Binoculars Building, Venice, 2015 © Steve Boland | Flickr
EssaysFeature

Restoring Security by (Re)discovering the Culture of Flexible Work

By the early 1990s, Jay Chiat had reached the pinnacle of the advertising world thanks to his firm’s iconic campaigns, especially the Absolut Vodka bottle print ads and Apple’s “Think Different” and “1984” spots. Flush with cash, Chiat commissioned the architect Frank Gehry to design “the office of the future.” Gehry produced the iconic (if mystifying) “Binoculars Building” in Venice, California. The structure’s whimsical exterior, however, clashed with the staid, cubicled ways of work going on inside. And so Chiat soon embarked on a mission to reorganize the ways employees worked at the Chiat/Day offices. His “virtual office,” a phrase Chiat popularized, would be as radical as the building’s shell. The quirky interiors would stimulate creativity and foster equality through open, non-hierarchical communal spaces sure to inspire imagination, collaboration, and flexibility — even playfulness. 

The firm chose associate media director Monika Miller to test-drive the office, which meant she was freed of her desk, chair, and personal office space. Each morning,  …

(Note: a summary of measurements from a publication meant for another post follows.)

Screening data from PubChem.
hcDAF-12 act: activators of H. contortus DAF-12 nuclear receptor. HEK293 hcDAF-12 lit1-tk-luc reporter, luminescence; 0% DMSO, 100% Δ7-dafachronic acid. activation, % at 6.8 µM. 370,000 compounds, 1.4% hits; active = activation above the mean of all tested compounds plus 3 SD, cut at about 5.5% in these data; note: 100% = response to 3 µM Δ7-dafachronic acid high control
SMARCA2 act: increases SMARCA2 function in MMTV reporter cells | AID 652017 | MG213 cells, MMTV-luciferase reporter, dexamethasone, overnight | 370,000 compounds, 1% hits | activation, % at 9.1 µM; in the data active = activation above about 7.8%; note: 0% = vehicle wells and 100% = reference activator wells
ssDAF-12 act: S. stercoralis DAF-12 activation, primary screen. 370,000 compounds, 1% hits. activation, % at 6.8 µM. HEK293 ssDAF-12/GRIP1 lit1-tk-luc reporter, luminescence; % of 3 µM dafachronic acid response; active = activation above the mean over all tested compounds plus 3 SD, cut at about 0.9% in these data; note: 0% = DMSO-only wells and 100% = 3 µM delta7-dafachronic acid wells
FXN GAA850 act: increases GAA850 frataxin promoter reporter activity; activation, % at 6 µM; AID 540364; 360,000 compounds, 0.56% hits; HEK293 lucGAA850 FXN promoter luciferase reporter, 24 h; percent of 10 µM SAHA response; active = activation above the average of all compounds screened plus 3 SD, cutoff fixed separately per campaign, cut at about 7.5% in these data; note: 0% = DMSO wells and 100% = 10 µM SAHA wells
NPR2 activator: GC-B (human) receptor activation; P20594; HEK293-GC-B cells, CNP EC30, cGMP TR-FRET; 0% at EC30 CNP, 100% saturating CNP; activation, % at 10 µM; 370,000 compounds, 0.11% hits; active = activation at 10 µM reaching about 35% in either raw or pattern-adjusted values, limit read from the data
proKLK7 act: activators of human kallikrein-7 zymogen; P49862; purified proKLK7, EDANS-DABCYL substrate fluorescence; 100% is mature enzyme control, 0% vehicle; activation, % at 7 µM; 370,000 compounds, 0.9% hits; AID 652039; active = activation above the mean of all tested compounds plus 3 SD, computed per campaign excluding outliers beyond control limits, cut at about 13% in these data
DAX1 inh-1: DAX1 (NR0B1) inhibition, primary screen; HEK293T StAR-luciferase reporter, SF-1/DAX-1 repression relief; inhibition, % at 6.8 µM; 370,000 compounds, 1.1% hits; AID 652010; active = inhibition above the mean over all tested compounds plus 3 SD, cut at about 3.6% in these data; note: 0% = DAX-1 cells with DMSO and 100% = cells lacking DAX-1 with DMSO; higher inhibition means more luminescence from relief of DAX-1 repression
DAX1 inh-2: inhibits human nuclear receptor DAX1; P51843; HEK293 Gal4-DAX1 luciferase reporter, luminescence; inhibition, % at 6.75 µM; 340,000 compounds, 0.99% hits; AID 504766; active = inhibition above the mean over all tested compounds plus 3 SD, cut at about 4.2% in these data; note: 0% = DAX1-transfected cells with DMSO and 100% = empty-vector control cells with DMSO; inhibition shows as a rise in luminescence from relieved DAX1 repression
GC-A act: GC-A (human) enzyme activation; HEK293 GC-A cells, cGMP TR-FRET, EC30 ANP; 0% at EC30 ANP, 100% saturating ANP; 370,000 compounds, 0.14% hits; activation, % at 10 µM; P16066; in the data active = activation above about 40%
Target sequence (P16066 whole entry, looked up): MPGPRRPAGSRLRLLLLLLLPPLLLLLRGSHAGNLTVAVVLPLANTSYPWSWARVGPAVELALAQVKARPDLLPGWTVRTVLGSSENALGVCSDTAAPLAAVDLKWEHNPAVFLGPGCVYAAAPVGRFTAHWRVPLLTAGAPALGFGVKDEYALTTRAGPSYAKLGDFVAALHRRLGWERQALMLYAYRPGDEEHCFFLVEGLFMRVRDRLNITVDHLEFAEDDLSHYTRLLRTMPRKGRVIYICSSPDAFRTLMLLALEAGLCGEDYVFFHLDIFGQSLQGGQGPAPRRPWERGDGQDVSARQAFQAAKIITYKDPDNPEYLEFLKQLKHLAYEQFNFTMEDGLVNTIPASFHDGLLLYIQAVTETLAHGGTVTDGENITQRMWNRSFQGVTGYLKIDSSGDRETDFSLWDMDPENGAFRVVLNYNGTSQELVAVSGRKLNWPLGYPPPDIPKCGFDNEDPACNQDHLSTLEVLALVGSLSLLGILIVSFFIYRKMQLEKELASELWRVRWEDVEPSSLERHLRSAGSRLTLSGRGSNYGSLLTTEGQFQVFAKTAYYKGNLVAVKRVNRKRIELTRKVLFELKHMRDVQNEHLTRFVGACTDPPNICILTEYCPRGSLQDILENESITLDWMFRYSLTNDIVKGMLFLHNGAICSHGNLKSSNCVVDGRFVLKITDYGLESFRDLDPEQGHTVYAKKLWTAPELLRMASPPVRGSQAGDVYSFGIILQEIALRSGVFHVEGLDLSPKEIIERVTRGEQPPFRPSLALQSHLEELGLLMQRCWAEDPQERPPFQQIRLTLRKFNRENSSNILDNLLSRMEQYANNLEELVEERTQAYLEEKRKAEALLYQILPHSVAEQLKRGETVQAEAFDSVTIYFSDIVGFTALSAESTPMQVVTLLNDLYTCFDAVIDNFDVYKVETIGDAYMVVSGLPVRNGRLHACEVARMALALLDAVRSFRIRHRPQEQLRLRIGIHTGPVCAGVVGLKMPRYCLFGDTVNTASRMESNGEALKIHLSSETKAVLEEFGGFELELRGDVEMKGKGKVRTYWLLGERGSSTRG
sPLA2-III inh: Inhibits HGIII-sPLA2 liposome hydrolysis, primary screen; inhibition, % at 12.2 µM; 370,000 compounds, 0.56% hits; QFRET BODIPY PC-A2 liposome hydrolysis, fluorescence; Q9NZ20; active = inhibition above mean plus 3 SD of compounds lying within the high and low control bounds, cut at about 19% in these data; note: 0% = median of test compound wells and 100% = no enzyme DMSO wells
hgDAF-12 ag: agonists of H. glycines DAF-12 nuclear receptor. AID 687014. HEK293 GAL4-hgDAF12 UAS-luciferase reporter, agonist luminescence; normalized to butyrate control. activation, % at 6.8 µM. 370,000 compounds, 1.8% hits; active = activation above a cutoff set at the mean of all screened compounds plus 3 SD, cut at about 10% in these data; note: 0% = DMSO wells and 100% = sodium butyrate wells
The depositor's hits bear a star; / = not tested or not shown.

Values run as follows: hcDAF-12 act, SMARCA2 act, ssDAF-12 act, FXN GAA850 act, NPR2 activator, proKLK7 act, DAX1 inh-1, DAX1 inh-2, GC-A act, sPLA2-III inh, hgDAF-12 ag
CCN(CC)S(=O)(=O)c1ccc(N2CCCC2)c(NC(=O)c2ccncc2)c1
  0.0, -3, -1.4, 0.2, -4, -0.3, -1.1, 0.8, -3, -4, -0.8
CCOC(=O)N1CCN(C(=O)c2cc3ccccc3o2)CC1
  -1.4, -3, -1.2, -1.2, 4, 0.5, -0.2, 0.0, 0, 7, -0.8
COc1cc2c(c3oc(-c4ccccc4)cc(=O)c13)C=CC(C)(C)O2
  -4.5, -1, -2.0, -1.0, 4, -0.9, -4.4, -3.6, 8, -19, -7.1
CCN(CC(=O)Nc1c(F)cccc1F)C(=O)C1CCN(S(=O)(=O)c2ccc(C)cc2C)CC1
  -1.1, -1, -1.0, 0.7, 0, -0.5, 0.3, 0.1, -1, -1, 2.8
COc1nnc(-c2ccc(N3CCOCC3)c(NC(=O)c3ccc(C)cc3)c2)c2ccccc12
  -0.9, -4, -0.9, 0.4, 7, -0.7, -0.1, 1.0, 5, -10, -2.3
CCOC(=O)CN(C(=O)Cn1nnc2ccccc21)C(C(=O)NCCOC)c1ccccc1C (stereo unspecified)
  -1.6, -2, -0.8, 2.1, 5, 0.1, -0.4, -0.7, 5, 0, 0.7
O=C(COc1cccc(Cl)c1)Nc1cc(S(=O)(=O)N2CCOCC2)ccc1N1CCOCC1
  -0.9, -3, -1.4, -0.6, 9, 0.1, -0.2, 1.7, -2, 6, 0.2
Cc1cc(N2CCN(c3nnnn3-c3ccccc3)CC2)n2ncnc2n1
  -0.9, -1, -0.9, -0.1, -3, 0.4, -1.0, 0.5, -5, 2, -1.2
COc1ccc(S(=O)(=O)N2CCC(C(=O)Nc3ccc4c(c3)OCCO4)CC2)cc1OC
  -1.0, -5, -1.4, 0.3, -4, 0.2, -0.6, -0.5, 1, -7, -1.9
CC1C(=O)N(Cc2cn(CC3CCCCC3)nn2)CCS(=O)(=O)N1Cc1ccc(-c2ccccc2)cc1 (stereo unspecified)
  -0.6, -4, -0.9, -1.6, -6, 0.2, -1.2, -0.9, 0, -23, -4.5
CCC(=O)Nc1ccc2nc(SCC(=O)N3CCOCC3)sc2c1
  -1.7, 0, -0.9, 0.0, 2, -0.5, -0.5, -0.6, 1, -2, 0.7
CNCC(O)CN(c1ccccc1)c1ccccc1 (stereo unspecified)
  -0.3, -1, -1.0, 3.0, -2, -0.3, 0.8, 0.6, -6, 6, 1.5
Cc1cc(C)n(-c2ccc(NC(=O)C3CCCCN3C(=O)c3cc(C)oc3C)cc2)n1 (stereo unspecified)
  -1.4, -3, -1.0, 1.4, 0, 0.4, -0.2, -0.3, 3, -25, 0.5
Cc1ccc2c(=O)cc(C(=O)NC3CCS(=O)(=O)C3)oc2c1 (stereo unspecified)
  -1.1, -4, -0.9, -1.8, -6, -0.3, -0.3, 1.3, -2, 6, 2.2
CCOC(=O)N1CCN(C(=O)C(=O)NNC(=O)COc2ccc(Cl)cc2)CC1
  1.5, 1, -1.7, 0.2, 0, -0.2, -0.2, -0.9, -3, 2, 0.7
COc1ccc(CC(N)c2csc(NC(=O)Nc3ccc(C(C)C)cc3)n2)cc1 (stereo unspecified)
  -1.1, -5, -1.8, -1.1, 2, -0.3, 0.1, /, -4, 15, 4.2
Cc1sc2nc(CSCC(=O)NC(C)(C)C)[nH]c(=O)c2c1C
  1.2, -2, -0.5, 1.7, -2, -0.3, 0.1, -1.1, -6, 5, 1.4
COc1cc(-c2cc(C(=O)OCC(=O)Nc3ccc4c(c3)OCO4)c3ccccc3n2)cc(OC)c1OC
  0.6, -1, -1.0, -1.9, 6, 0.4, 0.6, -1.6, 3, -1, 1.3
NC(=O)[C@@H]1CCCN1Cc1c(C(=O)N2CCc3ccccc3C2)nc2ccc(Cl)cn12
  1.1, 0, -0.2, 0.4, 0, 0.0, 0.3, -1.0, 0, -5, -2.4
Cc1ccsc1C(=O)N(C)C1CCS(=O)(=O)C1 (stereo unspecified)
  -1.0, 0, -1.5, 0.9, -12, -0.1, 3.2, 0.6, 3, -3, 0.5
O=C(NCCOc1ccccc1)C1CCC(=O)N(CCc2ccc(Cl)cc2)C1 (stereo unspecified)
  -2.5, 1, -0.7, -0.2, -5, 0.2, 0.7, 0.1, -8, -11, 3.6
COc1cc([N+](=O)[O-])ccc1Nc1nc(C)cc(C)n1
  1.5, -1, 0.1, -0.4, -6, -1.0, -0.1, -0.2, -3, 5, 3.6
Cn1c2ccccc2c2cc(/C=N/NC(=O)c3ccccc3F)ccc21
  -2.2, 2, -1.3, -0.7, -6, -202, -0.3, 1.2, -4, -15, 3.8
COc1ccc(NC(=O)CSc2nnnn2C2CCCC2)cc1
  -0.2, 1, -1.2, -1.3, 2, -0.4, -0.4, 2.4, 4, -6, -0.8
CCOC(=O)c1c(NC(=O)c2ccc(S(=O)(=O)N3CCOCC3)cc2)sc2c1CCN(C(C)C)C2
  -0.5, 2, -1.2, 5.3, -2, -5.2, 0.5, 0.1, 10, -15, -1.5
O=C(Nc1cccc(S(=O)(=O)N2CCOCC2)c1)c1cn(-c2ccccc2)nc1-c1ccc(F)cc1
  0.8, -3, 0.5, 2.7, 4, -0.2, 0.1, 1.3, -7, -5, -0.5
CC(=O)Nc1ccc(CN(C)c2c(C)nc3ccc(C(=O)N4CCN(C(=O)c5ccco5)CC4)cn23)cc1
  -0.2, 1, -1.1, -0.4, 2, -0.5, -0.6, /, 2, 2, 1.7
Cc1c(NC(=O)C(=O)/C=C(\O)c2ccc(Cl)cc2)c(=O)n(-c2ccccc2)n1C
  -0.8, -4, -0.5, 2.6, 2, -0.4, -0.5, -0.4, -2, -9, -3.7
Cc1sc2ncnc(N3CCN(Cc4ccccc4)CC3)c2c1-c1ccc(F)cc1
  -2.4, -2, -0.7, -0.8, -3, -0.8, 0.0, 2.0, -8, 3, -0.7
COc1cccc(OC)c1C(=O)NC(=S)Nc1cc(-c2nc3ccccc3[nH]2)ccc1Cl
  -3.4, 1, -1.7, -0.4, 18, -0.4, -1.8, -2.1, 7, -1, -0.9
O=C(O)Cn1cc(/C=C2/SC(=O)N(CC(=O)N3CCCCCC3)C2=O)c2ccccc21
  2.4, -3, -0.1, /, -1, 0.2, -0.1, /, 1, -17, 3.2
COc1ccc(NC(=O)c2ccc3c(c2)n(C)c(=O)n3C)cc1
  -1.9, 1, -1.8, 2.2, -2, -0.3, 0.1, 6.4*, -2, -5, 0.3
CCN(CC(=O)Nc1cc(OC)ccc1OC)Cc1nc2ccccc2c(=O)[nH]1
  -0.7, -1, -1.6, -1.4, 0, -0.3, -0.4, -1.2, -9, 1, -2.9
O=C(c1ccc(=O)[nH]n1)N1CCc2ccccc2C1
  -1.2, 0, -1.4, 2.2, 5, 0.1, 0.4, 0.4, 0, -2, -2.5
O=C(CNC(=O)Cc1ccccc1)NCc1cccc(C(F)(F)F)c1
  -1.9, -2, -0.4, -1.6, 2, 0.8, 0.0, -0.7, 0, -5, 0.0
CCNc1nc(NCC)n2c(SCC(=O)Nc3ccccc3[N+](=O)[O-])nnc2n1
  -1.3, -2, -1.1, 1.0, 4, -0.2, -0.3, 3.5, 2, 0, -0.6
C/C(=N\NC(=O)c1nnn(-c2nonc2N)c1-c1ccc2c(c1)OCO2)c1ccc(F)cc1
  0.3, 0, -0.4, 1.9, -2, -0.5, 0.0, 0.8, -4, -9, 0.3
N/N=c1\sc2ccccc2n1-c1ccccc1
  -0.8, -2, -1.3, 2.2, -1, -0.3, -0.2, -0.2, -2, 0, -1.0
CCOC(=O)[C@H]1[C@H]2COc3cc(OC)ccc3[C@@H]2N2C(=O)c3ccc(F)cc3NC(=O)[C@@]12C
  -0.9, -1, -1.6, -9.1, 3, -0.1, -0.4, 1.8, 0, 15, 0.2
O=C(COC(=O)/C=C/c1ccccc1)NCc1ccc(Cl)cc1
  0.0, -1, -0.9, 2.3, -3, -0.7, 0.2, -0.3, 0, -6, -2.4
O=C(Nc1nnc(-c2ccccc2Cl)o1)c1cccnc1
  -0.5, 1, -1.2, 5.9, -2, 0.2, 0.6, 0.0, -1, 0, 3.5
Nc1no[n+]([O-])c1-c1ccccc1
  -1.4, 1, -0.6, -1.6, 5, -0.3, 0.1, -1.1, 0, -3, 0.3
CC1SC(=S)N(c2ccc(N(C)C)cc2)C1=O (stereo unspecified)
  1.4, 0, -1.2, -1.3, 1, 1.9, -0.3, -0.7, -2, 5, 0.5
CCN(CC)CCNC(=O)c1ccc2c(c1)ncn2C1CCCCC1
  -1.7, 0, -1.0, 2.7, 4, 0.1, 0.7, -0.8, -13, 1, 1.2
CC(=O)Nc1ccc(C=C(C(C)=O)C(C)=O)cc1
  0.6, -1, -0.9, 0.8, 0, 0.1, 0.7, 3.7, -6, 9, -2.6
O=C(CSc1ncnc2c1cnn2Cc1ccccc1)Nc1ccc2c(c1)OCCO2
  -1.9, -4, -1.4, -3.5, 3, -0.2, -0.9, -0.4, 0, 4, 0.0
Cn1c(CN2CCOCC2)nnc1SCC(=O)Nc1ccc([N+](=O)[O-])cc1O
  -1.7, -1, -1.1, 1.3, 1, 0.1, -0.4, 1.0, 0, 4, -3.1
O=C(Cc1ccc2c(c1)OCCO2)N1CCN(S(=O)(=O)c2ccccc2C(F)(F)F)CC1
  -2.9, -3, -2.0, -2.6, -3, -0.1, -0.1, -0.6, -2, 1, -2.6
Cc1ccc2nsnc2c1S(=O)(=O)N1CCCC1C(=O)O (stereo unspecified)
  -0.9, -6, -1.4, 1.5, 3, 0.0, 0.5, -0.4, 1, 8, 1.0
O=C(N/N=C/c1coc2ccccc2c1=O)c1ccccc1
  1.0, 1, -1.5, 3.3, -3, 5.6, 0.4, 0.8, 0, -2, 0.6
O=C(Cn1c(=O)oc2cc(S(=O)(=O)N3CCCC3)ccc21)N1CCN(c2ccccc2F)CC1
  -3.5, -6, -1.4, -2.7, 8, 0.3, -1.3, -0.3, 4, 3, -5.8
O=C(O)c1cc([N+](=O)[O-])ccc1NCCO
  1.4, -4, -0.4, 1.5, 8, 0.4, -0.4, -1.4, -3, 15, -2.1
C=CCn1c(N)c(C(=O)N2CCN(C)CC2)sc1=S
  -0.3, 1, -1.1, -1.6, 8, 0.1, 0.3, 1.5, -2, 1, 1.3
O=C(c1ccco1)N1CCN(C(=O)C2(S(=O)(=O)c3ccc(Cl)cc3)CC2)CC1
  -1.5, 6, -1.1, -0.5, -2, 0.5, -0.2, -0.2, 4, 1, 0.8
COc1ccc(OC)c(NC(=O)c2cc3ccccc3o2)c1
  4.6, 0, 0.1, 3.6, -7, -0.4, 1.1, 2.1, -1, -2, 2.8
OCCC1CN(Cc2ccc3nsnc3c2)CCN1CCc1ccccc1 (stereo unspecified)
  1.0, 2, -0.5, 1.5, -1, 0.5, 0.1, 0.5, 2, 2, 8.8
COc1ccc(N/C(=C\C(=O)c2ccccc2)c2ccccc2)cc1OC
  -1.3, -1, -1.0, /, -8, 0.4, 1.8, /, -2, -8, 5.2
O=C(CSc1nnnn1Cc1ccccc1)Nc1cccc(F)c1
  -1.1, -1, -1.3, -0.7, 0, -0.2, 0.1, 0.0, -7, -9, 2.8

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Donald Trump speaks at CPAC, Washington, DC, 2011 © Gage Skidmore | Flickr
EssaysLiberal Democracy in QuestionMedia & Publics

Diagnosing American Politics

What the rise of Trump says about American democracy

I have a morbid fascination with Carl Schmitt. Morbid, because he manages to condense, in his political theory and philosophy of law, pretty much everything I find repulsive about the radical right. His pessimism about “human nature” is raw and simplistic and, unlike Hobbes, whom he superficially resembles, he is uninterested in clamping down on sin-infected humanity by way of a social contract that invests all sovereignty in an …

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Book cover of Immortality by Milan Kundera © Faber | Amazon.com
CapitalismEssaysThe Psyche

The Unbearable Lightness of Being

The search for authenticity in consumer culture

Milan Kundera begins his novel Immortality with a description of a gesture made by a woman he is observing at a swimming pool. This woman, who we will come to know as Agnes in the story, smiles and waves at the lifeguard who has just been giving her swimming instructions. There is something charming and elegant for Kundera about this hand wave that reminds him of the gesture of a young woman “playfully tossing a bright colored ball to her lover.” This unique gesture reveals to Kundera the essence of Agnes’ charm, and he is dazzled and strangely moved by it. Later in the novel we discover that this gesture is not as unique as it initially seems. …

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